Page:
Notes from Dogpatch Labs’ Housewarming Party—and a List of Initial Inhabitants
It was a cold and drizzly night (how’s that for original writing?) last Thursday, and I was running late. But Dogpatch Labs Cambridge was holding its housewarming party across the street from Xconomy World Headquarters, so I braved the elements to stop in.
I walked into a crowded house of 70 folks or so, boxes of pizza, ice tubs of beer, and a lot of energy in the funky space, which is nestled inside the offices of e-retail infrastructure company Allurent in the American Twine Building on Third Street here in Cambridge, MA.
Dogpatch is a workspace/incubator run by Polaris Venture Partners. I profiled the original Dog Patch Lab in San Francisco earlier this year, and then wrote about Dogpatch Cambridge when it was announced last month. There’s enough desk space for 15 or so people in a big open area. The idea is that entrepreneurs will come for a few months, work on their ideas, and hopefully emerge ready to take things to the next level. Polaris provides the space, Internet connections, and no doubt some advice free of charge, but takes no equity in the companies—trusting that good things will happen if the companies grow and need funding.
I grabbed a brew just in time for a short welcome by Polaris’ Dave Barrett, who told the crowd his firm was trying to create the same kind of nurturing atmosphere for nascent companies as in the heavily Internet-oriented San Francisco offices—except that Dogpatch Cambridge is meant to reflect the diversity of the local innovation community, with its expertise in energy and life sciences, as well the Web space. The lab will “pull on that” wider expertise, is how he put it.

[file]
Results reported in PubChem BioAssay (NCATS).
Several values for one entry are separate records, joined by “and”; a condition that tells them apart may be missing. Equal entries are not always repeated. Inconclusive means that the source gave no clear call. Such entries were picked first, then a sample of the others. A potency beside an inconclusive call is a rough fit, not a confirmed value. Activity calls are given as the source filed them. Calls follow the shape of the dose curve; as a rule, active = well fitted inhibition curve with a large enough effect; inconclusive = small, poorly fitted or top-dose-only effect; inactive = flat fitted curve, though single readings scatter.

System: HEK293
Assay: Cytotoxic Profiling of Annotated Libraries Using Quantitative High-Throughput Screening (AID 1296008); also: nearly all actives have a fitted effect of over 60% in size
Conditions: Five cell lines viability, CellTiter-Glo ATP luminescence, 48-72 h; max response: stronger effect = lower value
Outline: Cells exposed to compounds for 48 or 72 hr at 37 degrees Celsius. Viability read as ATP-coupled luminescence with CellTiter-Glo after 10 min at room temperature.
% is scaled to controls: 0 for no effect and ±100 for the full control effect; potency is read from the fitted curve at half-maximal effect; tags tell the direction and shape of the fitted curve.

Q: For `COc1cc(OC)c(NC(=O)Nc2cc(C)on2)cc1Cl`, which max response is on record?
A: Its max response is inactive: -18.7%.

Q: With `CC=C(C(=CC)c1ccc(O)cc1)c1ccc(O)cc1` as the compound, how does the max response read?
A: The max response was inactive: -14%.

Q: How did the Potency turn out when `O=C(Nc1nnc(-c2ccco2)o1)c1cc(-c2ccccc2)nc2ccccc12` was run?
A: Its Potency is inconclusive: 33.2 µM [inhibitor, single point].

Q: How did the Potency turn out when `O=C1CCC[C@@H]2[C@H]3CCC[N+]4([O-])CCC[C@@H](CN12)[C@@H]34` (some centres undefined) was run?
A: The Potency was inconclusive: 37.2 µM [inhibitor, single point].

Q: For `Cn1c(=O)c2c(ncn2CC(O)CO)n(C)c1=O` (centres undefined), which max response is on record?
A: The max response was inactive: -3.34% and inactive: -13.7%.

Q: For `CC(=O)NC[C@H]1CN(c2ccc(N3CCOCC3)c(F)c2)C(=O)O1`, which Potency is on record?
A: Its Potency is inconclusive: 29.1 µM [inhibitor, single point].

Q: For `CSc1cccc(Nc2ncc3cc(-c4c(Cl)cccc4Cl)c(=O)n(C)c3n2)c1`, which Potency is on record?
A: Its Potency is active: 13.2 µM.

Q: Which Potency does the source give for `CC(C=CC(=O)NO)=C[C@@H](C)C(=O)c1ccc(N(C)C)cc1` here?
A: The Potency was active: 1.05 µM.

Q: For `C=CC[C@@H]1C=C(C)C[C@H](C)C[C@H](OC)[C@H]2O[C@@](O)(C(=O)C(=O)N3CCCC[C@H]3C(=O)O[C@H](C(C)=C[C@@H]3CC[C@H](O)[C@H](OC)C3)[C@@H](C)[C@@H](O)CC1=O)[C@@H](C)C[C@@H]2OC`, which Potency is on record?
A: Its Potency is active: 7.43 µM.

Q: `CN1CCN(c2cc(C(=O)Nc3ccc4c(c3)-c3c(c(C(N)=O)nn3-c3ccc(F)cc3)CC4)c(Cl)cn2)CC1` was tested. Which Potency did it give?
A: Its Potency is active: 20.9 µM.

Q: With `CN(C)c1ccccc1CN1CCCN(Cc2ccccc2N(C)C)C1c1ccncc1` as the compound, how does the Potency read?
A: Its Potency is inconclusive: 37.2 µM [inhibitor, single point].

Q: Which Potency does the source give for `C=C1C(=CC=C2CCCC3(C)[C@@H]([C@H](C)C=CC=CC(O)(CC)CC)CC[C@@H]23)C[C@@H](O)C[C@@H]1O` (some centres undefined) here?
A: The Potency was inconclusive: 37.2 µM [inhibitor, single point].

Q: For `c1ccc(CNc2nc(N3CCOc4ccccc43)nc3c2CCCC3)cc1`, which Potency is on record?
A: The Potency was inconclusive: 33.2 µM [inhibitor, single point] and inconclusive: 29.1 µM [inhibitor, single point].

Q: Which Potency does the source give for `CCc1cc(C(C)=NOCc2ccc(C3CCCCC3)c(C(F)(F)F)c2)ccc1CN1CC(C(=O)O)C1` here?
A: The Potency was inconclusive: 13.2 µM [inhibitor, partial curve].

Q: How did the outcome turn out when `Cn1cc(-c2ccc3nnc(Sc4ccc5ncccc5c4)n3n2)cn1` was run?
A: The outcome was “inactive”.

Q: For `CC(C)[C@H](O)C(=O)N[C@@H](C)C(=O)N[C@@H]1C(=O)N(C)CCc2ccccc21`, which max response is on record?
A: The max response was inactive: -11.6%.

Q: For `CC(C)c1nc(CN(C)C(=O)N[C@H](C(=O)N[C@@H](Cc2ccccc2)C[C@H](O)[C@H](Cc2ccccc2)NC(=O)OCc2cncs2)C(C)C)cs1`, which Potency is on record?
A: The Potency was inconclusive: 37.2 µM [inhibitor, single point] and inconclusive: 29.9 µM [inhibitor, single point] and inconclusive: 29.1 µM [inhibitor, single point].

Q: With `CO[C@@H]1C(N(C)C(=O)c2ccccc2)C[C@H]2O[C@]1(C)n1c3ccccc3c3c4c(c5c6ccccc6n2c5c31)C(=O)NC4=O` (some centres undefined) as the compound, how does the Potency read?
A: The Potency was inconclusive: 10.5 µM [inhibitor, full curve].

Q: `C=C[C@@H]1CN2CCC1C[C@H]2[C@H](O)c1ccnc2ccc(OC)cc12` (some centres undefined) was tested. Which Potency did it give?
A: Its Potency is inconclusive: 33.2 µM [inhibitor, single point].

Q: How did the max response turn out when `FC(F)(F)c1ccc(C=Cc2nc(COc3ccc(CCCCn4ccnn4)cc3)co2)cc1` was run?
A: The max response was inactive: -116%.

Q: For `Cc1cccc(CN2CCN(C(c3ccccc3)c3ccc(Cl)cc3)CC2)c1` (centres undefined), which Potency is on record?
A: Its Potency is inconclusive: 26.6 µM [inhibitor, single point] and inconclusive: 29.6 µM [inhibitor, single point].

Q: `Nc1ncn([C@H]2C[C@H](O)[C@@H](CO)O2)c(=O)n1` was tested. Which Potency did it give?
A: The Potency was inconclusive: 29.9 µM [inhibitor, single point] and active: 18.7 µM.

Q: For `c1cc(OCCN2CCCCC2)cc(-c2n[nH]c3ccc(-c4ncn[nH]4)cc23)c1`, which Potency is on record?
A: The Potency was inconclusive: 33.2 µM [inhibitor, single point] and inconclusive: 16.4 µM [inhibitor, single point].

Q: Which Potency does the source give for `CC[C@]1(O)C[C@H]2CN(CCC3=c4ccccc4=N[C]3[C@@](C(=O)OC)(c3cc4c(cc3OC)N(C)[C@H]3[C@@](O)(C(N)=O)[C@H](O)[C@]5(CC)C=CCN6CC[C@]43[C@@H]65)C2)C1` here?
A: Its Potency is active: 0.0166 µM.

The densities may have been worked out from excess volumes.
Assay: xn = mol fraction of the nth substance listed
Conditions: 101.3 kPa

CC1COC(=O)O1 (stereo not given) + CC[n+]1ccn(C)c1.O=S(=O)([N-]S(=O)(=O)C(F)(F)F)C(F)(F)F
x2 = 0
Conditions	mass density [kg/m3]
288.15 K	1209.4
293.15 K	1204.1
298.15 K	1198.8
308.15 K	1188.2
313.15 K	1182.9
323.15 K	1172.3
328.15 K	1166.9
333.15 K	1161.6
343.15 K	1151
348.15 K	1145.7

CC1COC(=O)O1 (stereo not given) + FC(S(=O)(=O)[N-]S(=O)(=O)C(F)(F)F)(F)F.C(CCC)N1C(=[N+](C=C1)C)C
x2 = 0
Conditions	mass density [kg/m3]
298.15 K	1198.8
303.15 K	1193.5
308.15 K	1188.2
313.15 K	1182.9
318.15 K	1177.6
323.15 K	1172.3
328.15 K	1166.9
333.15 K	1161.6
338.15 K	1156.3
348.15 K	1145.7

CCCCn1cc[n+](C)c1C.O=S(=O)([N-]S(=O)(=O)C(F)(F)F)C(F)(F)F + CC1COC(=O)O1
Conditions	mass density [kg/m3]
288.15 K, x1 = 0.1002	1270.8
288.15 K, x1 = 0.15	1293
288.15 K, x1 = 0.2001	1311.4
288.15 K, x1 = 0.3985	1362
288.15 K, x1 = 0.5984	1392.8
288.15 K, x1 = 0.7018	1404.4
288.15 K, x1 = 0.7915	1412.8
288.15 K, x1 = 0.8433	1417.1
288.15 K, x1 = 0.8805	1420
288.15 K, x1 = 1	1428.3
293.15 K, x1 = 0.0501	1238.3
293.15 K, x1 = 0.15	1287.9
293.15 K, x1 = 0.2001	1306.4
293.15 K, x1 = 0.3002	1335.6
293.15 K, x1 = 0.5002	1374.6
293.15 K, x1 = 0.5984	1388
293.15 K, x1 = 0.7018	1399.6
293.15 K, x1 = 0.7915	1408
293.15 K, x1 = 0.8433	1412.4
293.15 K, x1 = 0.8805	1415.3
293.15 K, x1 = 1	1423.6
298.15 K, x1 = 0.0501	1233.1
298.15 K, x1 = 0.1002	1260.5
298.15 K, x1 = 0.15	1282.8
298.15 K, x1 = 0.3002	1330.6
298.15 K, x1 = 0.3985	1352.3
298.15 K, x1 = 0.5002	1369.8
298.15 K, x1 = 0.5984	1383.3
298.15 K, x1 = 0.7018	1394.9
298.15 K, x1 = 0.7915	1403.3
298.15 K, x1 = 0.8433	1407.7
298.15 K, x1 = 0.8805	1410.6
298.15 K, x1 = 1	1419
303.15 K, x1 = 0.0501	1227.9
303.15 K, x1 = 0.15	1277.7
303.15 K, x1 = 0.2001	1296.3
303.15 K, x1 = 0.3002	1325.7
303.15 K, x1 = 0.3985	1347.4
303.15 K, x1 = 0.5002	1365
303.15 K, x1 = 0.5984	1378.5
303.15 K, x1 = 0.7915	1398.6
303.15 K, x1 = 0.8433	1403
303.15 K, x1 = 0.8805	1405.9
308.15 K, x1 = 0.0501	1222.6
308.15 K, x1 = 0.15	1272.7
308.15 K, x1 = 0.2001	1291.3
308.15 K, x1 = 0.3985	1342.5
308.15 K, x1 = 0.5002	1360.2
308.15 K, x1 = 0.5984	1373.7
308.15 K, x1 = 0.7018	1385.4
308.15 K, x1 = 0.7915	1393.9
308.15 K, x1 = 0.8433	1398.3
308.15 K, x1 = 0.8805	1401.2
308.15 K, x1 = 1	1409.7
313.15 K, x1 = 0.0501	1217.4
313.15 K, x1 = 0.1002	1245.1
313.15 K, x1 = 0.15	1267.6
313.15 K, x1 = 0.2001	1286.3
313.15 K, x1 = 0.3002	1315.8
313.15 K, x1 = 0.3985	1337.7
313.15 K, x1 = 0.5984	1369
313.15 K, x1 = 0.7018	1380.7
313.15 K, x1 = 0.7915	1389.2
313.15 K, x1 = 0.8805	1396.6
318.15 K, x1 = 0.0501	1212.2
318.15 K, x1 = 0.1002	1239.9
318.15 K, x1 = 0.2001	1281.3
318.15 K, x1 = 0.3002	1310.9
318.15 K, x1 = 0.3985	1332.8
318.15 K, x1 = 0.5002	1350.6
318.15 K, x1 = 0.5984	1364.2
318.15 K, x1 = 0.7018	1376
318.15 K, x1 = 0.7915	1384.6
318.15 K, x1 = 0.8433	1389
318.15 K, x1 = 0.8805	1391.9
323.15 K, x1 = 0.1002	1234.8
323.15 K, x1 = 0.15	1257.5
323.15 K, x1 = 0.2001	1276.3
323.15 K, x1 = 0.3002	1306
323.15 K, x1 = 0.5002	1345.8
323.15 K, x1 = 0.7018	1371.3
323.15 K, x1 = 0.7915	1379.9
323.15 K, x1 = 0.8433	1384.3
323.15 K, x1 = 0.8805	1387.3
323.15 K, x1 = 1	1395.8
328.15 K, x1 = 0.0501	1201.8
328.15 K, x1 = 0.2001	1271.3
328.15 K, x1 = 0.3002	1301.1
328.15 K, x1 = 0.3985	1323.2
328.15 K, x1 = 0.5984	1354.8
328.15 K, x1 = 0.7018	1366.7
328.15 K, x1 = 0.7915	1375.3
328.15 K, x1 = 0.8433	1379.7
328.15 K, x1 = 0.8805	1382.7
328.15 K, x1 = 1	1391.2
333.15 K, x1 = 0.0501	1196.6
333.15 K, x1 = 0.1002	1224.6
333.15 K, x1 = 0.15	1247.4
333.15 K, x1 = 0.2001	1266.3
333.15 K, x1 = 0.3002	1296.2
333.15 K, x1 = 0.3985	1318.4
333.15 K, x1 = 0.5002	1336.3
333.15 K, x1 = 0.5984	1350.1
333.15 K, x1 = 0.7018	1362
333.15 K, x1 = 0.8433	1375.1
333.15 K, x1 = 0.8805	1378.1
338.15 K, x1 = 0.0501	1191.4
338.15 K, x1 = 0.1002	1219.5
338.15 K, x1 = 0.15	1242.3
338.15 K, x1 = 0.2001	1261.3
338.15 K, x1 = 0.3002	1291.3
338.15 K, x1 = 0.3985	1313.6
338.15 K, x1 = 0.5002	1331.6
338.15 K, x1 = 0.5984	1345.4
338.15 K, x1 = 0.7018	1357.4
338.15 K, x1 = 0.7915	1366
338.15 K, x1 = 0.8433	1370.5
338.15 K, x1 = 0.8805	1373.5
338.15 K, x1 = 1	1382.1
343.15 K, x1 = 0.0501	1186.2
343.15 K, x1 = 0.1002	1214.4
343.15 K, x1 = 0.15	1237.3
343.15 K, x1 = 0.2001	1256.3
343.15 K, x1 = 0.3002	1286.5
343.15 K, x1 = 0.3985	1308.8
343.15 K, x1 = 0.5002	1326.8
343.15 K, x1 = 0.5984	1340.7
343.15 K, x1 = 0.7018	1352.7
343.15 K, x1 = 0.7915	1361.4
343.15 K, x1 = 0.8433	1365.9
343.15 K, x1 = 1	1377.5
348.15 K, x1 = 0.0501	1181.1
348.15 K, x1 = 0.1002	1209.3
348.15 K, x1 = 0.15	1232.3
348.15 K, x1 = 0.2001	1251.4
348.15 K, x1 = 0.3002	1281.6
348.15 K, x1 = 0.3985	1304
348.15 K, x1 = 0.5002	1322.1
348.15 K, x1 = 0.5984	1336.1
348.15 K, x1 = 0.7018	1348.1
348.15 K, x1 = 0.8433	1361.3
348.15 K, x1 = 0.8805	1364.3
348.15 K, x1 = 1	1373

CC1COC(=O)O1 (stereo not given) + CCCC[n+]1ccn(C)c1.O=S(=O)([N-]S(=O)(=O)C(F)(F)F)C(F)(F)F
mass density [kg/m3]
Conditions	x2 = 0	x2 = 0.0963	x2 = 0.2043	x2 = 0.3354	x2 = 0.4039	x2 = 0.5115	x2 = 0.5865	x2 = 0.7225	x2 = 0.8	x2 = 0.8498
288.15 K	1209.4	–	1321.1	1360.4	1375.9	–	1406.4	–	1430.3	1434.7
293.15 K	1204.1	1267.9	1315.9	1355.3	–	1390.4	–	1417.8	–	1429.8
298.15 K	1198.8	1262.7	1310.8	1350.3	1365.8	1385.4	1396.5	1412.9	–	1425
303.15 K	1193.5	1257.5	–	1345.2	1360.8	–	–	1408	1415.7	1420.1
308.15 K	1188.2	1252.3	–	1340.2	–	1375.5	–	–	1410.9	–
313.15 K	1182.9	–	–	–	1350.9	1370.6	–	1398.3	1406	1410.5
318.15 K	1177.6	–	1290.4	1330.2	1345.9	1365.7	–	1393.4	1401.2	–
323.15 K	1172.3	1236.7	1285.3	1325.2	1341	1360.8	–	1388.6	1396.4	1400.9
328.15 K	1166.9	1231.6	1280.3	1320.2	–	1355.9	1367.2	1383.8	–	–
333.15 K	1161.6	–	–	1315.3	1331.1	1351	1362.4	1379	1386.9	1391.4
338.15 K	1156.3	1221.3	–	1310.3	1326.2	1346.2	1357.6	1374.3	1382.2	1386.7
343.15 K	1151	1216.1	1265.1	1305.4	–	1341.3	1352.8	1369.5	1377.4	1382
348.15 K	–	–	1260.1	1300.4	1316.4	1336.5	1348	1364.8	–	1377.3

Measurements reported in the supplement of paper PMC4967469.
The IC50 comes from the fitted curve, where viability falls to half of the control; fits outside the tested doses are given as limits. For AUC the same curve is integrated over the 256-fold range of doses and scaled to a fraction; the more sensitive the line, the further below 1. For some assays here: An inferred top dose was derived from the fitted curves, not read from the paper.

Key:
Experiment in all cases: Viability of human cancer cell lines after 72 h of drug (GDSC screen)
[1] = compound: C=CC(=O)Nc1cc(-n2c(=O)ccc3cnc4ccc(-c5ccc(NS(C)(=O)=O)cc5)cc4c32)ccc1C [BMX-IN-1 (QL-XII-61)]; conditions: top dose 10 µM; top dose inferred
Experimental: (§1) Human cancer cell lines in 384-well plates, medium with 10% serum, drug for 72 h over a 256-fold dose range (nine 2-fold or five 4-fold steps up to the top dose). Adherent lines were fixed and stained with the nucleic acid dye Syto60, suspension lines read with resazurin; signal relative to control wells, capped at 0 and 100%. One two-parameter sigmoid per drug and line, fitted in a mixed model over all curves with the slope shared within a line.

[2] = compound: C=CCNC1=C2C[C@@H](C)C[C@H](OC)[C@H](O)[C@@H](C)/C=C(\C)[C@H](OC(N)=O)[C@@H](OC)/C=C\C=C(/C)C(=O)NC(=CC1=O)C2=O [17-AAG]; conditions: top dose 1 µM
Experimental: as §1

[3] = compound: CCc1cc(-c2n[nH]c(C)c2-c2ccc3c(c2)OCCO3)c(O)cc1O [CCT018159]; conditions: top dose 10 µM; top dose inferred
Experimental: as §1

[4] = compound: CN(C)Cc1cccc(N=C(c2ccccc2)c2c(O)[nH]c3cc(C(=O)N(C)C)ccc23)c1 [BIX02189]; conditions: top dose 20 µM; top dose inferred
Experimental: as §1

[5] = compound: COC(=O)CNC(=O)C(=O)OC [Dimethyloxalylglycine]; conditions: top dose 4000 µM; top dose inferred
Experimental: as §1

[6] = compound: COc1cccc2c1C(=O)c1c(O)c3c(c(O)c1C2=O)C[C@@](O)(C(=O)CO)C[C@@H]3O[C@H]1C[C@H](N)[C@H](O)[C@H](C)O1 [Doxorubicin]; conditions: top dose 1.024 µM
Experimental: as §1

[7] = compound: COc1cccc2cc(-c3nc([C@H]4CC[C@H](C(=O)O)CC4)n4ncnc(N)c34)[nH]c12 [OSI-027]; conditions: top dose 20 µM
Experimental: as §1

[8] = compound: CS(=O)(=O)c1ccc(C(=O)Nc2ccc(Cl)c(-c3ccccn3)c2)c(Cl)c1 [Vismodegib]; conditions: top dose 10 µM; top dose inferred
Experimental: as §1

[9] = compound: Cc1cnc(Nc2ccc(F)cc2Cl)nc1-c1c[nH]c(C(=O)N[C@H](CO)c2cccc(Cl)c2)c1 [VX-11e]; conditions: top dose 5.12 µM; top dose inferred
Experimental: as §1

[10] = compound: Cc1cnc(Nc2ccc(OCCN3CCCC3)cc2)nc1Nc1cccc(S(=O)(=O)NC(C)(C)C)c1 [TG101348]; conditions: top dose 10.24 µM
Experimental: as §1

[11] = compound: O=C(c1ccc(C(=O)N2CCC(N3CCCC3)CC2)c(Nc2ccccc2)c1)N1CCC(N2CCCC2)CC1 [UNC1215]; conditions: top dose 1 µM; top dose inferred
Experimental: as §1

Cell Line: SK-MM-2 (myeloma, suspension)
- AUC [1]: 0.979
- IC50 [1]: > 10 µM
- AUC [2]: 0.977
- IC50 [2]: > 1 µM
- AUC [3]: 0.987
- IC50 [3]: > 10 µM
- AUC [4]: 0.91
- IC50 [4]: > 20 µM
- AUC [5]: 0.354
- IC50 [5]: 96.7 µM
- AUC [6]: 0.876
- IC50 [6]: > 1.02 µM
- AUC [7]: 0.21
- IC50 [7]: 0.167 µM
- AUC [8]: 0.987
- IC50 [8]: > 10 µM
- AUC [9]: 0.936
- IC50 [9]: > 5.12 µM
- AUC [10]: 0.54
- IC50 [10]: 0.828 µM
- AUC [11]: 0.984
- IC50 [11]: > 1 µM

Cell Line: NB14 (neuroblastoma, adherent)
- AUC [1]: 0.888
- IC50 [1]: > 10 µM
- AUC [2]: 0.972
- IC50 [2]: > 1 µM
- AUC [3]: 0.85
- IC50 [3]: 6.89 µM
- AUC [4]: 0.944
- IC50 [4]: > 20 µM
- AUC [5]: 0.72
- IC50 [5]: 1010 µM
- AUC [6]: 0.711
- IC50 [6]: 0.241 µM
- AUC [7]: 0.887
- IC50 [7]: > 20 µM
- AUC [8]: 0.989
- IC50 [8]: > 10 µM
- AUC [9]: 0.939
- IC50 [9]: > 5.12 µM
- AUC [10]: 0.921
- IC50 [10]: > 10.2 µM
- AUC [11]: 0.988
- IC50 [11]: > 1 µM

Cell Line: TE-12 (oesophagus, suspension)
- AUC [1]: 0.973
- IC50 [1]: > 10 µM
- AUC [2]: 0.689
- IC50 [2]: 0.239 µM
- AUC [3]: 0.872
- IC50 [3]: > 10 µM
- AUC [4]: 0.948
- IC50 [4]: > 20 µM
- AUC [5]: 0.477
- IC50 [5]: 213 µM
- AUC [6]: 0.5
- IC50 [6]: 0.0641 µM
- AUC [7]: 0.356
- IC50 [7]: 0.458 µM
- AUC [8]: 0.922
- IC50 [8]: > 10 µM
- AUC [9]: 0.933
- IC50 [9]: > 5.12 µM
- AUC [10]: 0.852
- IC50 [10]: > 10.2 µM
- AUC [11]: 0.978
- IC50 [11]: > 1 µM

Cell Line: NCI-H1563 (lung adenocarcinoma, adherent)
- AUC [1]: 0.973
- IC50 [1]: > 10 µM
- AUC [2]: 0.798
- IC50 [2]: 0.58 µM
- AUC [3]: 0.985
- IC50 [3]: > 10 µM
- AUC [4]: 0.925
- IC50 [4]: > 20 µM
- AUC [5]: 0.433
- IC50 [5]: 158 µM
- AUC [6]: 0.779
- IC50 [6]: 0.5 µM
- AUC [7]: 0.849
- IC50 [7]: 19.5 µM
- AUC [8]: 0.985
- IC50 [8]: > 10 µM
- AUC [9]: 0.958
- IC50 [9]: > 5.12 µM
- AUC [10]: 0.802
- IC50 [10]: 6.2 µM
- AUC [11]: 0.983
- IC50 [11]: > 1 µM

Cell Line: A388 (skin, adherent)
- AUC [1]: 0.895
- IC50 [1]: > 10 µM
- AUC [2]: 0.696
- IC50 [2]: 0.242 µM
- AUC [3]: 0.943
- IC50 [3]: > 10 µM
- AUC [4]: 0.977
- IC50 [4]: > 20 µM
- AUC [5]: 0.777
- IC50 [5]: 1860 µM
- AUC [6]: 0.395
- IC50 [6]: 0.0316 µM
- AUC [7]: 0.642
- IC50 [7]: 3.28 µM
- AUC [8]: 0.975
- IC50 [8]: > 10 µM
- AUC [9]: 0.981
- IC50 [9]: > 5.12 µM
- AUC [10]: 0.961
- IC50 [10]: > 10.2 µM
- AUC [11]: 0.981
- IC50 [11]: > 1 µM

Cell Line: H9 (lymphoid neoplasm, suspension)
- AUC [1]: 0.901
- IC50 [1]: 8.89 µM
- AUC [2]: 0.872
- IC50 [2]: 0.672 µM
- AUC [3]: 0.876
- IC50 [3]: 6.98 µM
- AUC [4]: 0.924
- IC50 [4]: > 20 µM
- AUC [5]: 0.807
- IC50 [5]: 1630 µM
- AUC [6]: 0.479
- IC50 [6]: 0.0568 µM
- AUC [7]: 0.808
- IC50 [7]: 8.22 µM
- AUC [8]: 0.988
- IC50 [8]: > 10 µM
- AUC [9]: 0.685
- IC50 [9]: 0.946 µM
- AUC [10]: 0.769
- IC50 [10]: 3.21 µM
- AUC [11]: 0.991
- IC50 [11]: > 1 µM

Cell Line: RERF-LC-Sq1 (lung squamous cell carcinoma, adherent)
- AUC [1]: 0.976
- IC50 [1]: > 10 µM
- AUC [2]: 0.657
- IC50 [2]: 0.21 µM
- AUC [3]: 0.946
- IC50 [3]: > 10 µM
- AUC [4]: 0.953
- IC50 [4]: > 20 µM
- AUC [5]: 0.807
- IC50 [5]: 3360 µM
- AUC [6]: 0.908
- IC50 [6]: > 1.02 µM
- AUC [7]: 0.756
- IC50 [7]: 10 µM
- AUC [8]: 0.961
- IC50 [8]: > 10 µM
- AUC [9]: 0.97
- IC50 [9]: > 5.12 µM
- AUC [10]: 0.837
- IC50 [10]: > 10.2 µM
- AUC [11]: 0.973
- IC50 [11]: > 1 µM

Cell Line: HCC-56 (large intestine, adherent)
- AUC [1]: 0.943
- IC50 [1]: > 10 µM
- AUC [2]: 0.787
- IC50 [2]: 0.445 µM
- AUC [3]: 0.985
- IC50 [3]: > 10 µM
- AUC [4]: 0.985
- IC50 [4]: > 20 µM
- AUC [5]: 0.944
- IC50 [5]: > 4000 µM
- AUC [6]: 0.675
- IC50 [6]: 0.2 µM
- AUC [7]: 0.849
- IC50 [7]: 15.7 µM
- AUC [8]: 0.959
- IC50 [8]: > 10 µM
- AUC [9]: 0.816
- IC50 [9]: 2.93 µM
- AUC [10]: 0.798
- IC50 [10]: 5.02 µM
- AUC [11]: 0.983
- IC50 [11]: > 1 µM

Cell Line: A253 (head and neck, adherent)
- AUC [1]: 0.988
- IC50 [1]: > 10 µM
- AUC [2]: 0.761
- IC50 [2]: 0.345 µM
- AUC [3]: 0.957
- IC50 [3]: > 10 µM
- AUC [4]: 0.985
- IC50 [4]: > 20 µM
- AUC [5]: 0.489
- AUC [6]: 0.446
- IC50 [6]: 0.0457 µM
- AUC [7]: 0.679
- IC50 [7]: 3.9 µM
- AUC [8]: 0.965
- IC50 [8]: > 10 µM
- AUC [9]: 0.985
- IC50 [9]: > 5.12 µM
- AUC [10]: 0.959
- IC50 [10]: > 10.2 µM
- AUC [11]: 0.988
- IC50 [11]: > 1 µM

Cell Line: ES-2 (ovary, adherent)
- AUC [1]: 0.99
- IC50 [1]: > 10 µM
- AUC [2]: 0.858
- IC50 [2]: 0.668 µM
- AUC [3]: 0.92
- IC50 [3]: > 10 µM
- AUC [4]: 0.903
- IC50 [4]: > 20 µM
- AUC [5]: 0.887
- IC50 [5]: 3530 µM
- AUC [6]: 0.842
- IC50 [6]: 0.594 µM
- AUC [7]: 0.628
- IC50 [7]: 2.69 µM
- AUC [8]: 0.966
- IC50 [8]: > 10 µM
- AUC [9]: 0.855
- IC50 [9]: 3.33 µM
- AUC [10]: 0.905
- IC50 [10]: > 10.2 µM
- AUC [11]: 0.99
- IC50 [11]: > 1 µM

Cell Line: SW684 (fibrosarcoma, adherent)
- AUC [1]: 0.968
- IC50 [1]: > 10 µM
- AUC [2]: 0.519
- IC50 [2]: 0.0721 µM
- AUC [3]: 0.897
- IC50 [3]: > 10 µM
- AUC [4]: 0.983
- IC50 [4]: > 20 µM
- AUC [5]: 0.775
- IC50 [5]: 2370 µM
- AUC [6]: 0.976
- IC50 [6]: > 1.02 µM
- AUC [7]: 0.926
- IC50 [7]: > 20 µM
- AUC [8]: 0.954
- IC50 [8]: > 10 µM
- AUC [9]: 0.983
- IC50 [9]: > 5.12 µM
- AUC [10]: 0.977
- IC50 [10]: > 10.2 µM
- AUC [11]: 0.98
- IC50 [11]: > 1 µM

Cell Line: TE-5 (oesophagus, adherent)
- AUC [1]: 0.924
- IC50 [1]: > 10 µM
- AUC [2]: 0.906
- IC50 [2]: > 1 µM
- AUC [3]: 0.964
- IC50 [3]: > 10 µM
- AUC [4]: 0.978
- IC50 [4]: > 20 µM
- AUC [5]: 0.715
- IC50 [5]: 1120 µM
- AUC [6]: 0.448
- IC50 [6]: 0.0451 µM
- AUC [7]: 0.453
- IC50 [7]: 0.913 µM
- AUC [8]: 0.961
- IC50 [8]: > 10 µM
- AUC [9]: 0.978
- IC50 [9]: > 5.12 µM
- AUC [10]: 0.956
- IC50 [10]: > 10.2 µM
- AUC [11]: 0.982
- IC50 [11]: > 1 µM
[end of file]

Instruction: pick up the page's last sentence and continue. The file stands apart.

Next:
—There are 16 Dogpatchers in what Barrett calls the “first pledge class.” (See the end of this story for a list of the current roster). Ten have started already, the rest are coming in this week. Over 100 teams have applied!
—Dogpatch keeps changing its name! It was originally Dog Patch Lab (singular). Then when the Cambridge branch opened, it became Dog Patch Labs. Now it is Dogpatch Labs. This is bad, because it makes it look like we journalists got things wrong in previous stories. (The Dogpatch website’s About page still says Dog Patch, by the way.)
—I also met Sami Shalabi, co-founder of Zingku, which did “supercharged” mobile text and picture messaging. Zingku was acquired by Google two years ago, and Shalabi works at Google in Kendall Square. He and Polaris’ Amir Nashat were college roommates at MIT.
–One of the newest Dogpatchers is Raj Aggarwal, of Localytics, which does analytics for mobile apps. Localytics was part of TechStars’ first Boston graduating class last month and just moved into the kennel last Wednesday.
—Speaking of TechStars, one Dogpatcher who wasn’t at the party (because he had a speaking gig) was Shawn Broderick, who manages TechStars Boston. As I reported yesterday, TechStars is hunting for new space for its 2010 session. So Broderick got a Dogpatch desk for himself—and introduced Localytics and other TechStars companies to the idea, which he loves. “I’m really proud of Polaris for stepping up and putting out a great red carpet for smart young companies. It’s really good thing for the community,” he says.